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Sex Chromosome Equality in Plants

Pictures of female and male flowers (top) and the X and Y chromosomes (bottom) in Silene latifolia.

Image credit: Jos Käfer and Roman Hobza.

Birds do it, bees do it—and now it appears that even plants do it. No, it's not what you're thinking. Sexual reproduction is obviously well-known in plants. Rather, the phenomenon in question is equalizing sex chromosome expression in males and females. In animals where males are XY and females are XX, the Y chromosome has lost most of its genes, so X chromosome expression is adjusted to keep the balance between sexes. In people, females inactivate one of their X chromosomes. The fruit fly Drosophila melanogaster takes the opposite approach, with males hyper-expressing their X-linked genes. Called dosage compensation, such balancing is found in many animals but was thought to be absent in plants. Now, however, in this issue of PLoS Biology, Gabriel Marais and colleagues report the first evidence of dosage compensation in the plant Silene latifolia, or white campion, along with insights into how this phenomenon evolves.

As in mammals and fruit flies, S. latifolia males are XY and females are XX. The classical view holds that there are three steps in the evolution of dosage compensation: recombination between the X and Y chromosomes is suppressed, the Y degenerates, and this massive loss of Y chromosome genes is balanced by dosage compensation of the X chromosome. But animal sex chromosomes began evolving so long ago that the process is too advanced to trace its course. Human sex chromosomes originated about 150 million years ago, for example, and the Y chromosome has now lost some 97% of its genes. In contrast, sex chromosomes are still in the early stages of evolution in S. latifolia, making it a good system for studying this process.

Like animal sex chromosomes, S. latifolia X and Y chromosomes have gradually stopped recombining and the Y chromosome is degenerating. However, work on sex chromosome evolution in this plant has been limited by the small number of known sex-linked genes. To identify more S. latifolia sex-linked genes, the researchers used a new technique called RNA sequencing, which both sequences and estimates the abundance of mRNAs. They identified more than 1,700 sex-linked genes, a 100-fold increase on the number previously known. Next, the researchers assessed degeneration of the S. latifolia Y chromosome by comparing expression levels of X- and Y-linked genes in males. In keeping with research on the previously known sex-linked genes, the results confirmed that the average expression levels of Y-linked genes were lower than those of their X-linked counterparts.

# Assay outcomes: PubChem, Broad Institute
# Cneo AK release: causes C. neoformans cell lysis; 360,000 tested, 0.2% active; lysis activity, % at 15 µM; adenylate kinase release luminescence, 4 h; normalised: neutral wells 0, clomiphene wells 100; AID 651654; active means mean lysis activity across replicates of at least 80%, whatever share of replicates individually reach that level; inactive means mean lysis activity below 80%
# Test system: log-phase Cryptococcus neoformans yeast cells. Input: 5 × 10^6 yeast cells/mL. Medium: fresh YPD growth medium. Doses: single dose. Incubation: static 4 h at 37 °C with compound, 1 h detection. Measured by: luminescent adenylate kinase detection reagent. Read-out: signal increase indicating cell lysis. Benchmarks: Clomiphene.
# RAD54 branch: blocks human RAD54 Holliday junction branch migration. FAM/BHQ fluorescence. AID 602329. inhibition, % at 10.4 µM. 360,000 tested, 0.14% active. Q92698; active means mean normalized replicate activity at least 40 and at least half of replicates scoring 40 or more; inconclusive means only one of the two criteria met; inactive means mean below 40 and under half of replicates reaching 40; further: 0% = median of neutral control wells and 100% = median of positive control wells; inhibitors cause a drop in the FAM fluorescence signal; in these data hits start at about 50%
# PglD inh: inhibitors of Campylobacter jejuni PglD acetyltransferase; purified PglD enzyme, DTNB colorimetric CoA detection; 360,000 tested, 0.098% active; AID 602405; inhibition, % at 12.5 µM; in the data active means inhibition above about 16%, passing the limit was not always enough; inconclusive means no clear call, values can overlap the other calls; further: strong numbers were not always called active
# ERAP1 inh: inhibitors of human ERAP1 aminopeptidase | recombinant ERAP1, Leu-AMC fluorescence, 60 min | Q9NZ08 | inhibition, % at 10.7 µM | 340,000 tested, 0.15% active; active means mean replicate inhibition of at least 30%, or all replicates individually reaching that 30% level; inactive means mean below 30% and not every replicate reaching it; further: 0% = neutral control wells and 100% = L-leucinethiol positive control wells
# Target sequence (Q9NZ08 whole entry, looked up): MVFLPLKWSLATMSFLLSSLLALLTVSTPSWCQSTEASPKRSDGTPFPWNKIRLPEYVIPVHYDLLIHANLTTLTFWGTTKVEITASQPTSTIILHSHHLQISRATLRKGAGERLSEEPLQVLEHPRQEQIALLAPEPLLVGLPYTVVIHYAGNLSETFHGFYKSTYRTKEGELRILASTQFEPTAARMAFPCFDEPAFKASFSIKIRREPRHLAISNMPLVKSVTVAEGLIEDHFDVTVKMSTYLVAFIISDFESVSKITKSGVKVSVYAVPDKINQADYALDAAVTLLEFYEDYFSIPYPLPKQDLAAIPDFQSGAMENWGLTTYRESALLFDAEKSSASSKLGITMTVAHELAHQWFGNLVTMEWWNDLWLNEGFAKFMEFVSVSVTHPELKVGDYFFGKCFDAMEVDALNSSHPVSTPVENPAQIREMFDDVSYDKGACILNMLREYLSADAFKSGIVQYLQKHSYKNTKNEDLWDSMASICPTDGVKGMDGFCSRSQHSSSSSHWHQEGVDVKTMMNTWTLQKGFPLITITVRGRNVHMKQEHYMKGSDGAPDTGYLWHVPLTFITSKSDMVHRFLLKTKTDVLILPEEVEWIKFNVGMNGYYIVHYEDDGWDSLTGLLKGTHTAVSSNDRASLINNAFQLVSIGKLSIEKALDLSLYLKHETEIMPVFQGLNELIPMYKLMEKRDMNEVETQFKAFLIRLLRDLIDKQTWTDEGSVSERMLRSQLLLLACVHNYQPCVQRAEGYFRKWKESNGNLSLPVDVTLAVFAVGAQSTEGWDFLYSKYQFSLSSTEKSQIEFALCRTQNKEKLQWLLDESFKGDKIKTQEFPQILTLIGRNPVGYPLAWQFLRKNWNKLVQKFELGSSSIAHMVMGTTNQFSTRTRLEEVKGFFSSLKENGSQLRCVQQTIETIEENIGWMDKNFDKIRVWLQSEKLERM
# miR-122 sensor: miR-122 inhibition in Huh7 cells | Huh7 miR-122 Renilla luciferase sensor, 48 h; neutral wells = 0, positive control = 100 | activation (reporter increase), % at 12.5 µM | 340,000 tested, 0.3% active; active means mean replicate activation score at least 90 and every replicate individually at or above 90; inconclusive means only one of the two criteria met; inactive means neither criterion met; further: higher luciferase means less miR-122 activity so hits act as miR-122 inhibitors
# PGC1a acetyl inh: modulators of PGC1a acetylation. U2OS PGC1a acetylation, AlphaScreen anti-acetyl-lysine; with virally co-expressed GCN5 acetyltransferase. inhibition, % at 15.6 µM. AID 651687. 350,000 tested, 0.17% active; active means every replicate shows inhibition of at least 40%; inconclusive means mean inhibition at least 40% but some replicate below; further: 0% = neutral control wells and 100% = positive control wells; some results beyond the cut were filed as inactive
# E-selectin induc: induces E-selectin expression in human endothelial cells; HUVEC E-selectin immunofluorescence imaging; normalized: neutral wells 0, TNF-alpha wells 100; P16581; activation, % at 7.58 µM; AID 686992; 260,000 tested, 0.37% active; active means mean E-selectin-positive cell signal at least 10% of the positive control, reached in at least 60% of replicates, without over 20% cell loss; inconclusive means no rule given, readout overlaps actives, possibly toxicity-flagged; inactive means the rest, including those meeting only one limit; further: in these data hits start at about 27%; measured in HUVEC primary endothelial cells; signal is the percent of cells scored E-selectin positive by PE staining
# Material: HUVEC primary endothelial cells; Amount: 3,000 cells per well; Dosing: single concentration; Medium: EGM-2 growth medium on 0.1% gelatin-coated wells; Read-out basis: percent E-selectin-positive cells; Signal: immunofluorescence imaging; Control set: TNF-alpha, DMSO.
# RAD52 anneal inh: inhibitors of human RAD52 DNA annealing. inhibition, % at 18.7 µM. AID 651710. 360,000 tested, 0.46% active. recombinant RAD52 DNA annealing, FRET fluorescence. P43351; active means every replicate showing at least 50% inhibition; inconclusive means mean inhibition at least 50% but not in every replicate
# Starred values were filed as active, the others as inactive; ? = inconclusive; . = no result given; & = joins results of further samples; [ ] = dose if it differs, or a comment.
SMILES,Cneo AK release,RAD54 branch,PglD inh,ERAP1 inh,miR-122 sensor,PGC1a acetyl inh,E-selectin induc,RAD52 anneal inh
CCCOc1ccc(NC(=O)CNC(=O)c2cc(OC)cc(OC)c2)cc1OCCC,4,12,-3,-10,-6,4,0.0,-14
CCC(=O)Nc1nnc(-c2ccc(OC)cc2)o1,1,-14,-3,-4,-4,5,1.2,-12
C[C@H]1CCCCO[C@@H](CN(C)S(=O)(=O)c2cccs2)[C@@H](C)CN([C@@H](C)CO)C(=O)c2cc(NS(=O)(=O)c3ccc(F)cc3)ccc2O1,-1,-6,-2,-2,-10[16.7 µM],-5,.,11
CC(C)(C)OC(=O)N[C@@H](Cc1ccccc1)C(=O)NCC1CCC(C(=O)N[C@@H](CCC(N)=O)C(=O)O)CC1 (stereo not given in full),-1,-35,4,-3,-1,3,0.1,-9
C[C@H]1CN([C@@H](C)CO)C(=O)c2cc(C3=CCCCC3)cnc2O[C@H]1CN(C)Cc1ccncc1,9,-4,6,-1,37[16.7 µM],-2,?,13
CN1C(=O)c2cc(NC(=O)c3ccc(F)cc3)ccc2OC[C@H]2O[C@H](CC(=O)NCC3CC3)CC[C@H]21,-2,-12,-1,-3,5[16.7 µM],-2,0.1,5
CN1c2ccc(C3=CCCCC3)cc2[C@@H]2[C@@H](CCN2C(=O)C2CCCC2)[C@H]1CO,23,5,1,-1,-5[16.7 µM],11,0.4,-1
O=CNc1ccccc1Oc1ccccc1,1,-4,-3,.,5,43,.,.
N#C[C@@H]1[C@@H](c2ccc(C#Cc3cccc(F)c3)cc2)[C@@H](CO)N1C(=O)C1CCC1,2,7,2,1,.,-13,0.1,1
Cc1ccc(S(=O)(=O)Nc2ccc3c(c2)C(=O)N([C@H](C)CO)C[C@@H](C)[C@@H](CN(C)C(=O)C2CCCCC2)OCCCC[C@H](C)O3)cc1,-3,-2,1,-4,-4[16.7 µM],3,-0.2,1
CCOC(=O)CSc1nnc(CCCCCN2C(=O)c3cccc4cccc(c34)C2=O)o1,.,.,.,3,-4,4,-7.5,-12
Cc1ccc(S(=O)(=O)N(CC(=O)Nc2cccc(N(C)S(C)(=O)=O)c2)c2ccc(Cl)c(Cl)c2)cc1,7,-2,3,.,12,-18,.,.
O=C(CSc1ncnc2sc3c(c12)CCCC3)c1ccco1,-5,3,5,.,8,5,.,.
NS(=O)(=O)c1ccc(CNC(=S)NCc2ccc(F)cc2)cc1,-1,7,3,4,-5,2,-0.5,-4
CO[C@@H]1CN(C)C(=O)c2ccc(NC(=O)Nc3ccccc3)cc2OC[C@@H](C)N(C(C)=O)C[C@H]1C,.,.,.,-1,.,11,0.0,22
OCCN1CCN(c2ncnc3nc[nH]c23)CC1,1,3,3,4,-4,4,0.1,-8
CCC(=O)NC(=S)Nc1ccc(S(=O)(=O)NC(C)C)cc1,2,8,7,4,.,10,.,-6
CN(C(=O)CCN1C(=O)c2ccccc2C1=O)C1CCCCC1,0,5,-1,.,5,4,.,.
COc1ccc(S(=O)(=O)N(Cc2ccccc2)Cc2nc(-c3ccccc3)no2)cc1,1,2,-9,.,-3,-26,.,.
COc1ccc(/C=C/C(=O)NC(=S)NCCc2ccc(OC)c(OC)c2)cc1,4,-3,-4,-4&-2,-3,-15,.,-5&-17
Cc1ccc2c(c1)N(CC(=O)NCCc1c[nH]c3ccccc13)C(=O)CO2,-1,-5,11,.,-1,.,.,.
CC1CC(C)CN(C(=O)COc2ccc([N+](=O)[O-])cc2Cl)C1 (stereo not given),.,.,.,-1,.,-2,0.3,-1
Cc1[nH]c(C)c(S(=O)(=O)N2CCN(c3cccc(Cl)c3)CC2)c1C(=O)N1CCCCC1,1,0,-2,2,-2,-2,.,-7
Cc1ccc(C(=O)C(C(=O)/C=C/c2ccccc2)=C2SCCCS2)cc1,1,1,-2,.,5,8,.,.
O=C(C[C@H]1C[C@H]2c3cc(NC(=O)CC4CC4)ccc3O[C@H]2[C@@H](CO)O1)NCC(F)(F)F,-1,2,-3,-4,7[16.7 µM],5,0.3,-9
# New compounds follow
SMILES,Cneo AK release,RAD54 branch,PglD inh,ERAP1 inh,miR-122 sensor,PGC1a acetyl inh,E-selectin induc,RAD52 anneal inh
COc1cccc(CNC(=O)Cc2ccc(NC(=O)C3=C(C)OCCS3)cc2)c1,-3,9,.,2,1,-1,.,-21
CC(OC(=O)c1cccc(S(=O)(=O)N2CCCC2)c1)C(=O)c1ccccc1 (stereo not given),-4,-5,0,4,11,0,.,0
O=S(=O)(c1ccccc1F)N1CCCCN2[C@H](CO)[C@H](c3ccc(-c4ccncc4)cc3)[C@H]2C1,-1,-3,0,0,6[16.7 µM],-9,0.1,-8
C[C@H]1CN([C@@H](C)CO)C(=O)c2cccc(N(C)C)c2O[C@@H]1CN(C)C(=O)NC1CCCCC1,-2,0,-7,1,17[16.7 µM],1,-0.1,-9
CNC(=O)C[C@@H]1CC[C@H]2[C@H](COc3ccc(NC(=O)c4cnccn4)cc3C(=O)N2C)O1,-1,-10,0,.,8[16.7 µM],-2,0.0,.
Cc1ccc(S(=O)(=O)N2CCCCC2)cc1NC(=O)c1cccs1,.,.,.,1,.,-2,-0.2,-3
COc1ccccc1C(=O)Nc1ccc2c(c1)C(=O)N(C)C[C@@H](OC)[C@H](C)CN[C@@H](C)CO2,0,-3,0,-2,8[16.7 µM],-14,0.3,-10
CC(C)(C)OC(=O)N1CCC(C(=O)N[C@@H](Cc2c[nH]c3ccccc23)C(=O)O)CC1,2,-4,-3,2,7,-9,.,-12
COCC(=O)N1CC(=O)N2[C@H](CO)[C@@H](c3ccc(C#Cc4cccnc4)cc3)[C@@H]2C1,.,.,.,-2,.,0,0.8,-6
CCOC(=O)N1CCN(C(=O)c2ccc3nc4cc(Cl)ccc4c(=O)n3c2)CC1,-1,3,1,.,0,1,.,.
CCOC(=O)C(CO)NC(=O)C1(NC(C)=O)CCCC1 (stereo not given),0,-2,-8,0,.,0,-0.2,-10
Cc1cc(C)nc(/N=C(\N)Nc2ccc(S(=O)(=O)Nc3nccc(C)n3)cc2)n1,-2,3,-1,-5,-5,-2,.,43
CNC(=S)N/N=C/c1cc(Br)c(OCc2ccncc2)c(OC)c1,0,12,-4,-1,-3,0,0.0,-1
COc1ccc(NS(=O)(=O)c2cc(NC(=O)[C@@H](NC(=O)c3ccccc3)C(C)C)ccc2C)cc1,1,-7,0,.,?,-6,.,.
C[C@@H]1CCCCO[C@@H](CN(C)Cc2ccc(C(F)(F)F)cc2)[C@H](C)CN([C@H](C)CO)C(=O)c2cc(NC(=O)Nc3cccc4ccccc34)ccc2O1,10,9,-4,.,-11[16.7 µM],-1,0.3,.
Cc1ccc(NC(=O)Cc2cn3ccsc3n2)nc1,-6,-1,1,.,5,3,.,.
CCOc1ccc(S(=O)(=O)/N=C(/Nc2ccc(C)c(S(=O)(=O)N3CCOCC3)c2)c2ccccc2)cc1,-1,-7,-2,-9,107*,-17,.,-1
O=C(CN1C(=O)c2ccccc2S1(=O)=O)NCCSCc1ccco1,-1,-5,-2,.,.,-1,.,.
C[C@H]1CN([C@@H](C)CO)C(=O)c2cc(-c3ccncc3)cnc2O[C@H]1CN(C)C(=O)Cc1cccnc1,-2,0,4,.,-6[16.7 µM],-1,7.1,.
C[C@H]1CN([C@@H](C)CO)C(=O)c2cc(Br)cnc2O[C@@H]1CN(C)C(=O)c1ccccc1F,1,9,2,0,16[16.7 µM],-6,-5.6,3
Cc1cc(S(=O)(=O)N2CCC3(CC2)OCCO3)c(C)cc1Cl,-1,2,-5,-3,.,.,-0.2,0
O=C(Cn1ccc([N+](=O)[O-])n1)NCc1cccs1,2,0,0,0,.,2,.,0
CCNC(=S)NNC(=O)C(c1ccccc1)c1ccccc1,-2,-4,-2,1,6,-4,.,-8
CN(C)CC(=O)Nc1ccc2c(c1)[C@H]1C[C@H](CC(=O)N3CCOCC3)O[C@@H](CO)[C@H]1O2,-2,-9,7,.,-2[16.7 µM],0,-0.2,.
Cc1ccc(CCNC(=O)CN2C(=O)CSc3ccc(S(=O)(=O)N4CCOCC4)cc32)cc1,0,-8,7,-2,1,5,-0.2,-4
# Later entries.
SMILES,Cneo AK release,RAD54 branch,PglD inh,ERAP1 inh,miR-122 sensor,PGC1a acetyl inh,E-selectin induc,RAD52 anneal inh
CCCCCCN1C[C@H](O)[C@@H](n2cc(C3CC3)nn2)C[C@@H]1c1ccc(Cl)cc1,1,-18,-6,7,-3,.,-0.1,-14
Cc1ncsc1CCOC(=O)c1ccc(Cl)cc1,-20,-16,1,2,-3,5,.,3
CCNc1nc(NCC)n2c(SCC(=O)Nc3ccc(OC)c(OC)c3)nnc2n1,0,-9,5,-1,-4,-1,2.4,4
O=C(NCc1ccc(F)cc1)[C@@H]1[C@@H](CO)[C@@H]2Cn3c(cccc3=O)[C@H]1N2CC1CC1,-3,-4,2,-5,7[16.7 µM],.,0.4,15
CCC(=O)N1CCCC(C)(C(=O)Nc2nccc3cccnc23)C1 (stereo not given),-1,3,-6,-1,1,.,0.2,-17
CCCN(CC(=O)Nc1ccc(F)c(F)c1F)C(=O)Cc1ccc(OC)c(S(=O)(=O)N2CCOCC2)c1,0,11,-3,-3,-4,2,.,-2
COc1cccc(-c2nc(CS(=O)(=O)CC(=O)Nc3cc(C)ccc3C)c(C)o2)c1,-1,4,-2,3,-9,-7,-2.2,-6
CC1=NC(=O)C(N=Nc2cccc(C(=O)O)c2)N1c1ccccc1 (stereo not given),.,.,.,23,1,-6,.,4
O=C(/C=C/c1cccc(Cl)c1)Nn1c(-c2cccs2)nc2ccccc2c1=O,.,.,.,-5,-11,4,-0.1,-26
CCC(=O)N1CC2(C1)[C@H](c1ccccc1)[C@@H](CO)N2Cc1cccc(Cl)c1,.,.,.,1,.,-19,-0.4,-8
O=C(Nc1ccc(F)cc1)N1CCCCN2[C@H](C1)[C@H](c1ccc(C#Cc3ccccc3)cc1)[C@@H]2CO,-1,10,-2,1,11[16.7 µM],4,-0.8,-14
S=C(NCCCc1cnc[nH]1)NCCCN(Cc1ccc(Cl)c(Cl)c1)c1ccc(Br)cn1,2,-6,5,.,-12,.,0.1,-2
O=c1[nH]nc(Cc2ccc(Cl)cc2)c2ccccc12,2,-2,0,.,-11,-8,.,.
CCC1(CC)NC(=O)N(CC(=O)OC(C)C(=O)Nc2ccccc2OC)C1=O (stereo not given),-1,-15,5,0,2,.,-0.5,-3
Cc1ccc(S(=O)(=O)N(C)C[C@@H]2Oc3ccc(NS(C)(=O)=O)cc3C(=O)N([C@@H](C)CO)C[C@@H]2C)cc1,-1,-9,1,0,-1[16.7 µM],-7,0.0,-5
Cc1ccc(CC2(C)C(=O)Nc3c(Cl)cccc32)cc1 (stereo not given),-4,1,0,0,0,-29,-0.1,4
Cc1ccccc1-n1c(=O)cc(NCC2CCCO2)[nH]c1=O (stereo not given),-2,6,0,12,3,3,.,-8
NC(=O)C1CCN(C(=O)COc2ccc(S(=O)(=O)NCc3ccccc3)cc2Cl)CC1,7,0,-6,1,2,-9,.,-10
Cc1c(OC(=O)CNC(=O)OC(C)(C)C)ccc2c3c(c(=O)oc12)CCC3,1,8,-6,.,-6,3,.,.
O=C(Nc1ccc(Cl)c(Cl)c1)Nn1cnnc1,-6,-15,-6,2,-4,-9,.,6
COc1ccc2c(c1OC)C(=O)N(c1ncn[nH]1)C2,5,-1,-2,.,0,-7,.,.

Reduced expression fits with the on-going degeneration of the Y chromosome, raising the question of whether S. latifolia also has dosage compensation. The researchers tested this by comparing the expression of sex chromosome-linked genes in males and females. If S. latifolia lacked dosage compensation, the expression of X-linked genes in males would be half that seen in females. Indeed, this is true for genes where the Y-linked copy is still expressed. However, for genes with reduced Y expression, expression of the X-linked copy was nearly as high in males as in females. This suggests that, like fruit flies, S. latifolia compensates for reduced Y expression by increasing X expression in males. The researchers then excluded sex chromosome genes that are expressed more in males than in females. Such male-biased genes are not subject to dosage compensation in other species, and comprised 25% of the newly identified sex-linked genes in S. latifolia. Analysis of expression levels of the remaining 75% revealed that in males, expression of the X-linked version of a gene rises in proportion to the drop in expression of the Y-linked version, bolstering the conclusion that dosage compensation is gradually evolving in S. latifolia in piecemeal fashion.

The finding that S. latifolia balances X chromosome expression between the sexes contradicts a recent study by another research team (Chibalina and Filatov [2011] Curr Biol 21: 1475), which concluded that S. latifolia lacks dosage compensation. But Marais and colleagues argue that, if analyzed differently, the results of the previous study may actually support dosage compensation as well. The other team based their conclusion on the fact that X expression levels were not equal in males and females. However, Marais and colleagues point out that the X expression level in males was still considerably higher than would be expected in the absence of dosage compensation. Instead of being half as high, the average X expression level in males was nearly 70% that of females, suggesting that there is dosage compensation for many genes. Moreover, partial dosage compensation is to be expected in a system where it is still evolving.

Besides being the first to support the existence of dosage compensation in plants, this work provides the evolutionarily earliest example of balanced X expression between the sexes. In animals, dosage compensation has been found only in sex chromosome systems that are more than 100 million years old, while S. latifolia's sex chromosomes are just 10 million years old. The discovery of dosage compensation in such young sex chromosomes affords a unique and exciting opportunity to learn how this phenomenon might evolve.

Muyle A, Zemp N, Deschamps C, Mousset S, Widmer A, et al. (2012) Rapid De Novo Evolution of X Chromosome Dosage Compensation in Silene latifolia , a Plant with Young Sex Chromosomes. doi:10.1371/journal.pbio.1001308